Practice Relating to Rule 120. Accommodation for Children Deprived of Their Liberty
Canada’s LOAC Manual (1999) states that, wherever possible, interned “family members must be housed in the same place and premises”.
With respect to non-international armed conflicts, the manual provides: “Family members are detained together.”
Canada’s LOAC Manual (2001), in its chapter on the treatment of civilians in the hands of a party to the conflict or an occupying power and, more specifically, in a section entitled “Treatment of internees”, states: “Wherever possible, … family members must be housed in the same place and premises.”
Canada’s Prisoner of War Handling and Detainees Manual (2004) states with regard to prisoner-of-war accommodation: “Provision is to be made for segregation of the sexes and for juveniles to be segregated from adults.”
Canada’s Use of Force Manual (2008) states:
Chapter 4: Use of Force in International Operations
402. Types of International Operations
1. In general, there are four types of international operational relationships in which the CF [Canadian Forces] may participate with each one having unique considerations pertaining to the use of force, self-defence and rules of engagement:
a. Alliance. Alliance operations refer to operations conducted under a formal standing alliance such as the North Atlantic Treaty Organization (NATO) or Canada-United States (CANUS). In these cases, there are formal policy, command-and-control and force structure instruments which will affect ROE [rules of engagement] development and application;
b. Coalition. A coalition is a less formal alliance which is normally limited to a specific mission. Coalitions normally lack the formal status of forces' agreements and infrastructure architectures that are common to alliances such as NATO. A coalition may operate under the legal umbrella of a UN Security Council resolution, but they are not UN missions. Once a mission or operation has been completed, the coalition is normally disbanded;
c. United Nations (UN). UN missions operate under a UN Security Council resolution and fall within the UN command-and-control structure; and
d. Unilateral. An international operation where Canadian forces are operating unilaterally within a region or area.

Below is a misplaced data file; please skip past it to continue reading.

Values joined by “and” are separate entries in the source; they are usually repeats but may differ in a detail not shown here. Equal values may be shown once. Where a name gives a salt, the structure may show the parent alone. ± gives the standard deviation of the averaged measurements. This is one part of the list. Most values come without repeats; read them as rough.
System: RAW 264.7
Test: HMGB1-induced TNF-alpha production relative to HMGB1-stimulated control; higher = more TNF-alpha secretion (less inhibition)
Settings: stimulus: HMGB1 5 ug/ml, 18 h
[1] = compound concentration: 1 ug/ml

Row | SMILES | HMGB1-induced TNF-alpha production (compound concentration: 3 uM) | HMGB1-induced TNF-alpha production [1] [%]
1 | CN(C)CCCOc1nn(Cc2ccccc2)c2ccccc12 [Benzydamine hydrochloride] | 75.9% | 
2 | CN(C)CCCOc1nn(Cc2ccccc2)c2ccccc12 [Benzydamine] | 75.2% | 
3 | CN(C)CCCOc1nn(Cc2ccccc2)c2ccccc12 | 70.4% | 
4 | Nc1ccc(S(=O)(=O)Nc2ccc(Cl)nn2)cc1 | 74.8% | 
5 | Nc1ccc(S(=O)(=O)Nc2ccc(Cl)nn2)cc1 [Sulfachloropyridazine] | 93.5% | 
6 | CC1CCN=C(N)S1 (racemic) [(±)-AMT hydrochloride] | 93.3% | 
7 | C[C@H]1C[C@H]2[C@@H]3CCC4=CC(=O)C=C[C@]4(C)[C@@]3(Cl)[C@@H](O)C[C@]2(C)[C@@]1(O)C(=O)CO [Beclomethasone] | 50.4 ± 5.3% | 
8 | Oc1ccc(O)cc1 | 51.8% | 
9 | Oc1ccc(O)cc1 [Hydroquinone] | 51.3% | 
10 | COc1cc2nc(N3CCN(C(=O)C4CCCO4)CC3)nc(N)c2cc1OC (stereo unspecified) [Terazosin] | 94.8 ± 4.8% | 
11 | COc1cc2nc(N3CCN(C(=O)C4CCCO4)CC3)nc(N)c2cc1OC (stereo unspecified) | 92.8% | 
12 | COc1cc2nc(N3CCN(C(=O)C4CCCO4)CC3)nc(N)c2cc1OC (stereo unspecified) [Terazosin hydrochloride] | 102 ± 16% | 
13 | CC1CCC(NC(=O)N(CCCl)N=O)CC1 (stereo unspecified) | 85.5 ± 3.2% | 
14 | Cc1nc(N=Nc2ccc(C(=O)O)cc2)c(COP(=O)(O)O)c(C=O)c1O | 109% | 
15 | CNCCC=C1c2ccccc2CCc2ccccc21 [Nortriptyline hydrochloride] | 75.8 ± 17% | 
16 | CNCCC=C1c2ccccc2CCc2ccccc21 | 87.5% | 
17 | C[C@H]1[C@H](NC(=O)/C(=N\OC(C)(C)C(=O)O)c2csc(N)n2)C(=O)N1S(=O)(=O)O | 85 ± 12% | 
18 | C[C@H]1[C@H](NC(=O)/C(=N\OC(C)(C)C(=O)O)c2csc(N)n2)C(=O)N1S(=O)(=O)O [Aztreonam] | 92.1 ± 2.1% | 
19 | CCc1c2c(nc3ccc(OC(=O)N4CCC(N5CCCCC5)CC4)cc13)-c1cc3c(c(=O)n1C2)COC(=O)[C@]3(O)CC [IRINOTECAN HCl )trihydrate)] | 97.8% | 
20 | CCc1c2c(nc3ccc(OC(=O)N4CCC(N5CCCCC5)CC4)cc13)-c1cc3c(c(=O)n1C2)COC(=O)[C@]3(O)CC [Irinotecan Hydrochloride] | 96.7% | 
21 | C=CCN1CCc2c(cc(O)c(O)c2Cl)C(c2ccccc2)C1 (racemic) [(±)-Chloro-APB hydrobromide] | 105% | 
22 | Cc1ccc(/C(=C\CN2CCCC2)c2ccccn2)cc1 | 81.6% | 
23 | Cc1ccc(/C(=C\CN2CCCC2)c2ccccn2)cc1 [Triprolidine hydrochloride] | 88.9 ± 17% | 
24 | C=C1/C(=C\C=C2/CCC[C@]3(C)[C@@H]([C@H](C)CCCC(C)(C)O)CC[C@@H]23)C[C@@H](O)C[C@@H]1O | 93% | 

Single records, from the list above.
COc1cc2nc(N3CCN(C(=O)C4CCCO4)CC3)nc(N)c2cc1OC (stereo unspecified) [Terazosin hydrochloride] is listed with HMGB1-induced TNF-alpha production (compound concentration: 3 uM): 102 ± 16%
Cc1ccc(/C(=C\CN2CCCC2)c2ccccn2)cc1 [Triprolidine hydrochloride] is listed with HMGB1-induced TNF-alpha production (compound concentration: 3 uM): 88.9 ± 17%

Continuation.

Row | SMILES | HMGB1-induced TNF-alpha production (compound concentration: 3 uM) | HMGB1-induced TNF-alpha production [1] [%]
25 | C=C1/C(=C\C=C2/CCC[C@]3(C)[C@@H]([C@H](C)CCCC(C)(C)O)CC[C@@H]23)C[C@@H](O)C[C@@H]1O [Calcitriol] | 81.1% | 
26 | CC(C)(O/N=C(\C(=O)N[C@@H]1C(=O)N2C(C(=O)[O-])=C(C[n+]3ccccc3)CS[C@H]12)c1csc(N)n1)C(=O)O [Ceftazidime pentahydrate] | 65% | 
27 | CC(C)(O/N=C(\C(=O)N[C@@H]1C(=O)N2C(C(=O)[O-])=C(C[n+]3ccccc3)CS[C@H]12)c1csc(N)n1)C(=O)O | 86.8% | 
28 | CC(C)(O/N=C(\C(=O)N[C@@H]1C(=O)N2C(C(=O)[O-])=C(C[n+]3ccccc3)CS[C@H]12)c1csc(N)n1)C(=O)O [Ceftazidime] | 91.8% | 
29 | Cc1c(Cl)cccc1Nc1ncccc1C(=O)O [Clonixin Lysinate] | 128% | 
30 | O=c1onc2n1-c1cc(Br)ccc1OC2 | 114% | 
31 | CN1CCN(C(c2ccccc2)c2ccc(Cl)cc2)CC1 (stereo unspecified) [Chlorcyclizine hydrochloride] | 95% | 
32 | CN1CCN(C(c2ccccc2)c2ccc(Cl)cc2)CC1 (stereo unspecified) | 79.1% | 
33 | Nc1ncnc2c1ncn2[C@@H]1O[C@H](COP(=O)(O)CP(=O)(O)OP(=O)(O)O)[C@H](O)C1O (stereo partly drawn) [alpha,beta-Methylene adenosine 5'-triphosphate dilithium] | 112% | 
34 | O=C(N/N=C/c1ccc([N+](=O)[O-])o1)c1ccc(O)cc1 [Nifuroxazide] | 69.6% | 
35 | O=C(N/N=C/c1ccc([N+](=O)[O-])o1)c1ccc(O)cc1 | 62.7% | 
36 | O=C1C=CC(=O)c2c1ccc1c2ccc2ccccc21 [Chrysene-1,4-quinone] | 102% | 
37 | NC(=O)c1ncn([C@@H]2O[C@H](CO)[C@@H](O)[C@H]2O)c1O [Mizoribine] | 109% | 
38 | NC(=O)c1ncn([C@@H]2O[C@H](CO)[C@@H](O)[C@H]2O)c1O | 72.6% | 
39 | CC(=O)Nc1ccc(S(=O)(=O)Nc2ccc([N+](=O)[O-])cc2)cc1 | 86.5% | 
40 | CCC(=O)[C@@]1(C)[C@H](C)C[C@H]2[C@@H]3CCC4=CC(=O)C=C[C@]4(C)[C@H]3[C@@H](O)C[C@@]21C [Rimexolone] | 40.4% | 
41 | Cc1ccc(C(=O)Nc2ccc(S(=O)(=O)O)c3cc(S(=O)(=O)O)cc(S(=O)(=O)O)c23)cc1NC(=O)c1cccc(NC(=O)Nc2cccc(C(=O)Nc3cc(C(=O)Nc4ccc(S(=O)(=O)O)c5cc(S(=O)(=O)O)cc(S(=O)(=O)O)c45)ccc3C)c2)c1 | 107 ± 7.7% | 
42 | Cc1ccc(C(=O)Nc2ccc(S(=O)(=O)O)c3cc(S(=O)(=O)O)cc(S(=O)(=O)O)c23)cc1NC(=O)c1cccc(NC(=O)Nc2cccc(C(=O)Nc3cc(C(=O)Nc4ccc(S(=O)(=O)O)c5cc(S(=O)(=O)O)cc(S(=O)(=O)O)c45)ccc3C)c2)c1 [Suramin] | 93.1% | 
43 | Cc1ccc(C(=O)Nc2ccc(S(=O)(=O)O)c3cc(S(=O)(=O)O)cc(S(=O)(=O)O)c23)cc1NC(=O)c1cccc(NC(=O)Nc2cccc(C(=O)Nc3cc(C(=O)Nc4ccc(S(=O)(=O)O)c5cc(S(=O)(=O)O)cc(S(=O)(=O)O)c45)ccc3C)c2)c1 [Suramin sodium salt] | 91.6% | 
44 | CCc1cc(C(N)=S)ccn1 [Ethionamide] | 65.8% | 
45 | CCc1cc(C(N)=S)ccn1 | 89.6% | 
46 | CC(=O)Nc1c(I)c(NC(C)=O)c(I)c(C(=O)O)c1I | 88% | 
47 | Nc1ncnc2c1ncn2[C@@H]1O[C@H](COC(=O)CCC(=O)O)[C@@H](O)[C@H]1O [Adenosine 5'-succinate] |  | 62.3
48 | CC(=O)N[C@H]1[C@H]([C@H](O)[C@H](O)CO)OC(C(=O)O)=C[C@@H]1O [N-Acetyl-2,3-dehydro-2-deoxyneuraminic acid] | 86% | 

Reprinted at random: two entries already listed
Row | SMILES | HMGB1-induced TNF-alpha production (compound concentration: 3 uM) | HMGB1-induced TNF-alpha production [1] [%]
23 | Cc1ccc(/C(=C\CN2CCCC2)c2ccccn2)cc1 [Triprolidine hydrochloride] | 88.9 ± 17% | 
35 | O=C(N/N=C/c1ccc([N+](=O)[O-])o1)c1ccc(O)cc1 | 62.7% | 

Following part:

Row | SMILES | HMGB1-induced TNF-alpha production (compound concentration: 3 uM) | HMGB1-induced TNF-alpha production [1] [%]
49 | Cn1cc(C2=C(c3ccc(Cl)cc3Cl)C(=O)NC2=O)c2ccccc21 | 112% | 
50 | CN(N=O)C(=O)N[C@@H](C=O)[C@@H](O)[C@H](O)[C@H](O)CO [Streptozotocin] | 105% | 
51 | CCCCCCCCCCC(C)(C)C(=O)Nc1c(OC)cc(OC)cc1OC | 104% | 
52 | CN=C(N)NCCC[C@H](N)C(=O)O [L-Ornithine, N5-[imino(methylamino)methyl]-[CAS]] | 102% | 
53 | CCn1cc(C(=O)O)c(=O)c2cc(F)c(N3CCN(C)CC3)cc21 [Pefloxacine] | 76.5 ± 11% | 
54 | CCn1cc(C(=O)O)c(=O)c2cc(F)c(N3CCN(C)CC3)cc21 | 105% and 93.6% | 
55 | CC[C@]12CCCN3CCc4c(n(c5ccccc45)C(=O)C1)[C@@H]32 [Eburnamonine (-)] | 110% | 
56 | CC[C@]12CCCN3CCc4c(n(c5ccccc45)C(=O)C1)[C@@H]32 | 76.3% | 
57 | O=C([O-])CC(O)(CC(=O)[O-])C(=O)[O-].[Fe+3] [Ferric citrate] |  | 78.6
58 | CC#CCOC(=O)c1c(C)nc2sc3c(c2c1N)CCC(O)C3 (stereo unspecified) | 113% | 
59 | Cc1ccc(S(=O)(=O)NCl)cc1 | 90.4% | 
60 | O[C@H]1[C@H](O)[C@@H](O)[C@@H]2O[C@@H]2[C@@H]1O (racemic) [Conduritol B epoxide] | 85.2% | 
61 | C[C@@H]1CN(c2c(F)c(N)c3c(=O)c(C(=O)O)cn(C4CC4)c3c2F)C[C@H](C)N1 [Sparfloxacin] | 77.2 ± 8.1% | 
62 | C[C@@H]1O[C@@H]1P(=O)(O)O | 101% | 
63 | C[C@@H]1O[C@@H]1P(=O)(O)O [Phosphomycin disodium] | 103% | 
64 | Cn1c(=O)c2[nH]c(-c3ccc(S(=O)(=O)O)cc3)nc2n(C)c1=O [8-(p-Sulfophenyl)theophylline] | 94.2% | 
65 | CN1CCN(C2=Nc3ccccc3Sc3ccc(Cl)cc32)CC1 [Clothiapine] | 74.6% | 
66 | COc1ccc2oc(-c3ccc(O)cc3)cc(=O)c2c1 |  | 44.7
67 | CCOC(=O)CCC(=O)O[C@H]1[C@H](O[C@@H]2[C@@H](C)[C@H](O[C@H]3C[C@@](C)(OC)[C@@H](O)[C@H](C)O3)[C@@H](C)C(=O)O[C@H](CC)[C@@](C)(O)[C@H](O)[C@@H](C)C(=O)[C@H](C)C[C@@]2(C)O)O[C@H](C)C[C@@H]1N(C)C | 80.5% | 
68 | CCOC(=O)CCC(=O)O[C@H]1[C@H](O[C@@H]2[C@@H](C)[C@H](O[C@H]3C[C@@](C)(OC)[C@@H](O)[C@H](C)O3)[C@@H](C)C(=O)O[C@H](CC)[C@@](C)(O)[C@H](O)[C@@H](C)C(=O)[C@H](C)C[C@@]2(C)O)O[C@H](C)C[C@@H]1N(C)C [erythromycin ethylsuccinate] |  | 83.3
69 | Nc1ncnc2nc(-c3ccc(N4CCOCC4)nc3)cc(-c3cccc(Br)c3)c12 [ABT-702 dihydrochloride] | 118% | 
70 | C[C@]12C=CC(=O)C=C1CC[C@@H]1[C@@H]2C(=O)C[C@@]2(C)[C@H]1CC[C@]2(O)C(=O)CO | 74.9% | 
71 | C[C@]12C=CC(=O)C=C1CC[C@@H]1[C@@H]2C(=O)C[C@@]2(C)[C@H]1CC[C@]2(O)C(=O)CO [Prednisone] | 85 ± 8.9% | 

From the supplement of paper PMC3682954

407. Supplementary Direction
3. Detainees. In support of the operational or security objectives of an international operation, Canadian forces may be required to detain persons. Reasons to detain include, but are not limited to, persons who do the following:
4. Where the use of deadly force is authorized in a given situation, that authority also includes the authority to detain persons against whom deadly force could have been used. In all other cases, specific ROE must be authorized in order to detain persons. The standards provided in the Geneva Conventions will be the minimum standard for the treatment of all detainees whether or not the Geneva Conventions legally apply during the operation.
Upon ratification of the 1989 Convention on the Rights of the Child, Canada reserved the right “not to detain children separately from adults where this is not appropriate or feasible”.
In 2009, in its third and fourth periodic reports to the Committee on the Rights of the Child, Canada stated under the heading “Optional Protocol on the involvement of children in armed conflict”:
All persons apprehended and detained by the Canadian Forces in a theatre of hostilities are treated humanely and in a manner consistent with international legal standards. In cases where a captured person, suspected of being a juvenile, is unwilling or unable to reveal their date of birth, the person will be assumed to be a juvenile until more detailed checks can be made. Juvenile detainees are segregated from adults. They are at all times treated with due regard to their age and in accordance with Canada’s obligations under international humanitarian law.